[0012] Digital receivers implement this operation by mixing an incoming sinusoidal signal with an oscillator output. As the equations above show, the result is a sinusoidal output having a frequency double that of the input, and an amplitude half that of the input, superimposed on a DC offset of half the input amplitude. [0013] Similarly, multiplying sin(ωt) by cos(ωt) gives:
[0014] The result is an output sinusoid having a frequency double that of the input, with no DC offset. [0015] It can be seen that multiplying the cosine wave by any phase-shifted sine wave yields a “demodulated” waveform with an output frequency double that of the input frequency, whose DC offset varies according to the phase shift, φ:
[0016] Thus, a carrier to which a varying phase shift is applied can be demodulated into a varying output voltage by multiplying the carrier with a sinusoidal output from a local oscillator and filtering out the high-frequency component. Unfortunately, the phase shift detection is limited to two quadrants; a phase shift of π/2 cannot be distinguished from a phase shift of −π/2. Therefore, to accurately decode phase shifts present in all four quadrants, the input signal needs to be multiplied by both sinusoidal and cosinusoidal waveforms, the high frequency filtered out, and the data reconstructed. Expanding on the equations above:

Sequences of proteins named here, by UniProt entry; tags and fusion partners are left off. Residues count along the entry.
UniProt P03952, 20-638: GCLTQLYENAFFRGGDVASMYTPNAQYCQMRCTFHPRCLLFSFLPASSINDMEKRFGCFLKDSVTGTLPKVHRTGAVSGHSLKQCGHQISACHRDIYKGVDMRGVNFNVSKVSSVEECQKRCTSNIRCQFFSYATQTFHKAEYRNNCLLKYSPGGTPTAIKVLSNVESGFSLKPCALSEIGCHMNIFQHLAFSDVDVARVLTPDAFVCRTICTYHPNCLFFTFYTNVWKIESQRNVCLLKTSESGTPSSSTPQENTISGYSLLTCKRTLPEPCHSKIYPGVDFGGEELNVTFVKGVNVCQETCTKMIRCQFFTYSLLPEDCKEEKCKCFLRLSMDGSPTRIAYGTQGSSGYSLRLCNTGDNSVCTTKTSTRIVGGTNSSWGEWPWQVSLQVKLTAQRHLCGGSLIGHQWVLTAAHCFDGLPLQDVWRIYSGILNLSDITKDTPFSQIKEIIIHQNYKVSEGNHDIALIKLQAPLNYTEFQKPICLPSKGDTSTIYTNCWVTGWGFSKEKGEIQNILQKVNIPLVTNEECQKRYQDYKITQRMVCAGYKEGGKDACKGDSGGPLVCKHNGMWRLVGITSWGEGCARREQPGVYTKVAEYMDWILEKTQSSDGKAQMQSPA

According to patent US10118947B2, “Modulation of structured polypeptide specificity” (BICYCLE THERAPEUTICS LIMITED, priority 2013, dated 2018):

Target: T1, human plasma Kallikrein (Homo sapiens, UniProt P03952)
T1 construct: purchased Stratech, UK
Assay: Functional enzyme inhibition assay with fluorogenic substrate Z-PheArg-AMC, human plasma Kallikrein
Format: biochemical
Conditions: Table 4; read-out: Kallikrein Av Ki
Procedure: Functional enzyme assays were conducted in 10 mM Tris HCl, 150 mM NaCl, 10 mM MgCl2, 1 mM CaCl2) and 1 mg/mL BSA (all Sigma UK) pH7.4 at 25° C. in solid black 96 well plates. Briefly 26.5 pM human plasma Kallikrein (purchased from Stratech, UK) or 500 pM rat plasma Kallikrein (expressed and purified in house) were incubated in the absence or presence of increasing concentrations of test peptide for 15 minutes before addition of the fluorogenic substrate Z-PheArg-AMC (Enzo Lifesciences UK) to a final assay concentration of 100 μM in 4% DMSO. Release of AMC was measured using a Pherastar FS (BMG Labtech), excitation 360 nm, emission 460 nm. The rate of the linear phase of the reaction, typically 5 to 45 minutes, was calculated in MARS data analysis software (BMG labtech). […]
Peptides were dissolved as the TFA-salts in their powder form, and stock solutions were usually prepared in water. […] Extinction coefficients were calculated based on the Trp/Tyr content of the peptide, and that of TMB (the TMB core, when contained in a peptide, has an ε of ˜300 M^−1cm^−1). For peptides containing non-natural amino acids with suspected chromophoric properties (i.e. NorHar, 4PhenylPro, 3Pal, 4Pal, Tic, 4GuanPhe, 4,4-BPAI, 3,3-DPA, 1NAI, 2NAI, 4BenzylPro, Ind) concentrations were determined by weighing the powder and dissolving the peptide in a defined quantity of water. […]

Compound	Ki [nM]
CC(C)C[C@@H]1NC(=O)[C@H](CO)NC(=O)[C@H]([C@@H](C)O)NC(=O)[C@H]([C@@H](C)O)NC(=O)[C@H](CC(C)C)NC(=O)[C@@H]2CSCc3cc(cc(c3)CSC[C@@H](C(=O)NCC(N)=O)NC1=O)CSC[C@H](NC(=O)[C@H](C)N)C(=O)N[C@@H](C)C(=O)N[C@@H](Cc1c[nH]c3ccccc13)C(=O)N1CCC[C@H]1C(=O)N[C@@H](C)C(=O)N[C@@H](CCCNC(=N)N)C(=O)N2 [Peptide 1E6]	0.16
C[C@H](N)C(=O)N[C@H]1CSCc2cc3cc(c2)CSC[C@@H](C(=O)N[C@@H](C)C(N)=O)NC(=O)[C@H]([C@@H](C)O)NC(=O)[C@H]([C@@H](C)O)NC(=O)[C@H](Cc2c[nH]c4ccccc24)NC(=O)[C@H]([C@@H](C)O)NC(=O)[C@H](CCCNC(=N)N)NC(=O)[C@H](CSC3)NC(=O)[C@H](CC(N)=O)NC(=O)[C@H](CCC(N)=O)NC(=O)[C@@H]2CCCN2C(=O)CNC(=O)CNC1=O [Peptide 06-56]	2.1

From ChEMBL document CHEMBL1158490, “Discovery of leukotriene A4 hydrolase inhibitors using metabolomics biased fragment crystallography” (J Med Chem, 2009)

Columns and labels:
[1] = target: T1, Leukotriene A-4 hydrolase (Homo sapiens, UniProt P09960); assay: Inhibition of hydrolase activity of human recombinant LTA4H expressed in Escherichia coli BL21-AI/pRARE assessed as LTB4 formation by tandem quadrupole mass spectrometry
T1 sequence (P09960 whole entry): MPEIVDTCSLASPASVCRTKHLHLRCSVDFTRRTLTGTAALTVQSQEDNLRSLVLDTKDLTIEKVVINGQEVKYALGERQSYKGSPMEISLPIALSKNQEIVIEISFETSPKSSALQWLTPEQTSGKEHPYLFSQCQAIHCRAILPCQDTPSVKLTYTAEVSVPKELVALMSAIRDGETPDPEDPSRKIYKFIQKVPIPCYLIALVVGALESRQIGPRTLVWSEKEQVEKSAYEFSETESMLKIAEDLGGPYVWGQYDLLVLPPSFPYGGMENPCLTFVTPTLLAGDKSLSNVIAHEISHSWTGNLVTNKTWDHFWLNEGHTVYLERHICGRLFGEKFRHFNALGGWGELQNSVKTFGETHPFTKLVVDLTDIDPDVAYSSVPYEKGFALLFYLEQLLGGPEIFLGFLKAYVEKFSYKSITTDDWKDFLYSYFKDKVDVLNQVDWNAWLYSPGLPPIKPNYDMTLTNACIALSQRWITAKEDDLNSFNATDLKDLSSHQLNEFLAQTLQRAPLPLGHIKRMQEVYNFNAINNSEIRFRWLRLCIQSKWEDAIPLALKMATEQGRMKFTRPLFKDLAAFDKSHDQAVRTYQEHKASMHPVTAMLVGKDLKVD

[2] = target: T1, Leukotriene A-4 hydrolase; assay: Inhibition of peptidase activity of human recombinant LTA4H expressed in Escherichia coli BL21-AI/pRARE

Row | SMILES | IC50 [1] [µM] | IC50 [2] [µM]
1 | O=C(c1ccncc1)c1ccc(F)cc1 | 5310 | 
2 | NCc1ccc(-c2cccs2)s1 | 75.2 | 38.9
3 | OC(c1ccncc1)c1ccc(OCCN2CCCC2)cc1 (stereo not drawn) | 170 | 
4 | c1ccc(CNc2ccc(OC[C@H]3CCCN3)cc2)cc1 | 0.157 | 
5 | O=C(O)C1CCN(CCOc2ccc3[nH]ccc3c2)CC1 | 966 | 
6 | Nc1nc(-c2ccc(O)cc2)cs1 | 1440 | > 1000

[0017] However, removing the data from the carrier is not a simple process of low-pass filtering the output of the mixer and reconstructing four voltages back into logic levels. In practice, exactly synchronizing a local oscillator at the receiver with an incoming signal is not easy. If the local oscillator differs in phase from the incoming signal, the signals on the phasor diagram will undergo a phase rotation of a magnitude equal to the phase difference. Moreover, if the phase and frequency of the local oscillator are not fixed with respect to the incoming signal, there will be a continuing rotation on the phasor diagram. Therefore, the output of the front-end demodulator is normally fed into an analog-to-digital (A/D) converter, and any rotation resulting from errors in the phase or frequency of the local oscillator is removed in digital signal processing. [0018] Another problem with extracting the data from the carrier is inter-symbol interference (“ISI”). ISI occurs when pulsed information, such as an amplitude modulated digital transmission, is transmitted over an analog channel, such as, for example, a phone line or an aerial broadcast. The original signal begins as a reasonable approximation of a discrete time sequence, but the received signal is a continuous time signal. The shape of the impulse train is smeared or spread by the transmission into a differentiable signal whose peaks relate to the amplitudes of the original pulses. This signal is read by digital hardware, which periodically samples the received signal. [0019] Each pulse produces a signal that typically approximates a sinc wave. Those skilled in the art will appreciate that a sinc wave is characterized by a series of peaks centered about a central peak, with the amplitude of the peaks monotonically decreasing as the distance from the central peak increases. Similarly, the sinc wave has a series of troughs having a monotonically decreasing amplitude with increasing distance from the central peak. Typically, the period of these peaks is on the order of the sampling rate of the receiving hardware. Therefore, the amplitude at one sampling point in the signal is affected not only by the amplitude of a pulse corresponding to that point in the transmitted signal, but by contributions from pulses corresponding to other bits in the transmission stream. In other words, the portion of a signal created to correspond to one symbol in the transmission stream tends to make unwanted contributions to the portion of the received signal corresponding to the arrival of other symbols in the transmission stream. [0020] This effect can partially be eliminated by proper shaping of the pulses, for example by generating pulses that have zero values at regular intervals corresponding to the sampling rate. However, this requires the receiver to sample at a correct time instant to have the maximum signal power and minimum inter-symbol interference. Since the transmitter and receiver normally have different crystal oscillators, a digital receiver should try its best to synchronize with the transmitter clock. In other words, the receiver must extract the clock information from the received signal and then adjust its A/D timing. This is known as symbol clock recovery. [0021] The Advanced Television Systems Committee (“ATSC”) has selected vestigial sideband (“VSB”) modulation as the transmission standard for digital television (“DTV”). In the ATSC standard, 8 VSB is the standard for terrestrial broadcast, while 16 VSB is used for cable transmission. (The International Telecommunications Union (“ITU”) standard defines five VSB modes: 2, 4, 8, 16, and 8T.) [0022] Typically, 8 VSB uses three supplementary signals for synchronization. First, it uses a low-level RF pilot for carrier acquisition. Second, as shown in FIG. 1, a four-symbol data-segment sync is used once every 832 symbols-that is, once each segment—for synchronizing the data clock in both frequency and phase. (Typically, the four symbols are [1, −1, −1, 1], normalized.) Finally, an 832-symbol data-frame sync is used once every 313 segments for data framing and equalizer training. The data-frame sync also includes information identifying the signal as either 8 VSB, 16 VSB, or one of the other appropriate ITU modes. [0023] The pilot signal has 0.3 dB power. Although the pilot recovery is typically reliable, it can fail under certain circumstances, such as strong, close-in, slow-moving multipathing situations. [0024] Because this kind of multipathing is relatively common in urban environments, where broadcast digital transmission is likely to be desirable, resolving this problem is important to the commercial development of digital television, and to the improvement of other digital transmission systems. [0025] Therefore, a new system and method for carrier recovery is needed that can synchronize with an 8 VSB carrier even when the pilot is totally removed or severely altered, and that operates for a digital transmission having quadrature modulation suitable for use with 8 VSB transmissions. The present invention is directed towards meeting these needs, among others. [0026]FIG. 1 is a frequency-domain diagram showing certain features of a typical VSB signal. [0027]FIG. 2 is a block diagram of a circuit for carrier recovery according to the present invention. [0028]FIG. 3 is a diagram of certain features of a VSB signal passing through certain points of the circuit shown in FIG. 2. [0029] For the purposes of promoting an understanding of the principles of the invention, reference will now be made to the embodiment illustrated in the drawings and specific language will be used to describe the same. It will nevertheless be understood that no limitation of the scope of the invention is thereby intended. Alterations and modifications in the illustrated device, and further applications of the principles of the invention as illustrated herein are contemplated as would normally occur to one skilled in the art to which the invention relates. [0030] A carrier recovery system according to the present invention provides more robust capture because it can use both the pilot and the upper and lower band edges. It is therefore more reliable, especially in urban environments, where ghosts are common. A carrier recovery system according to the present invention can even capture when the pilot has been completely destroyed by a perfect null. [0031]FIG. 1 shows certain features of the spectrum of a VSB signal, shown generally at [0032]FIG. 2 is a block diagram of a circuit according to the present invention, shown generally at [0033] The output from the sixth multiplier [0034] The output from the IIR filter [0035] The output from the fourth accumulator [0036] The output from the seventh multiplier [0037] Those skilled in the art will recognize that the lower band edge of a VSB signal contains the pilot signal. This is the reason for the weight factor applied by the ninth multiplier [0038] Variations in the implementation of the invention will occur to those of skill in the art. For example, some or all of the generation and calculation of signals can be performed by application-specific or general-purpose integrated circuits, or by discrete components, or in software. [0039] While the invention has been illustrated and described in detail in the drawings and foregoing description, the same is to be considered as illustrative and not restrictive in character, it being understood that only the preferred embodiment has been shown and described and that all changes and modifications that come within the spirit of the invention are desired to be protected. Referenced by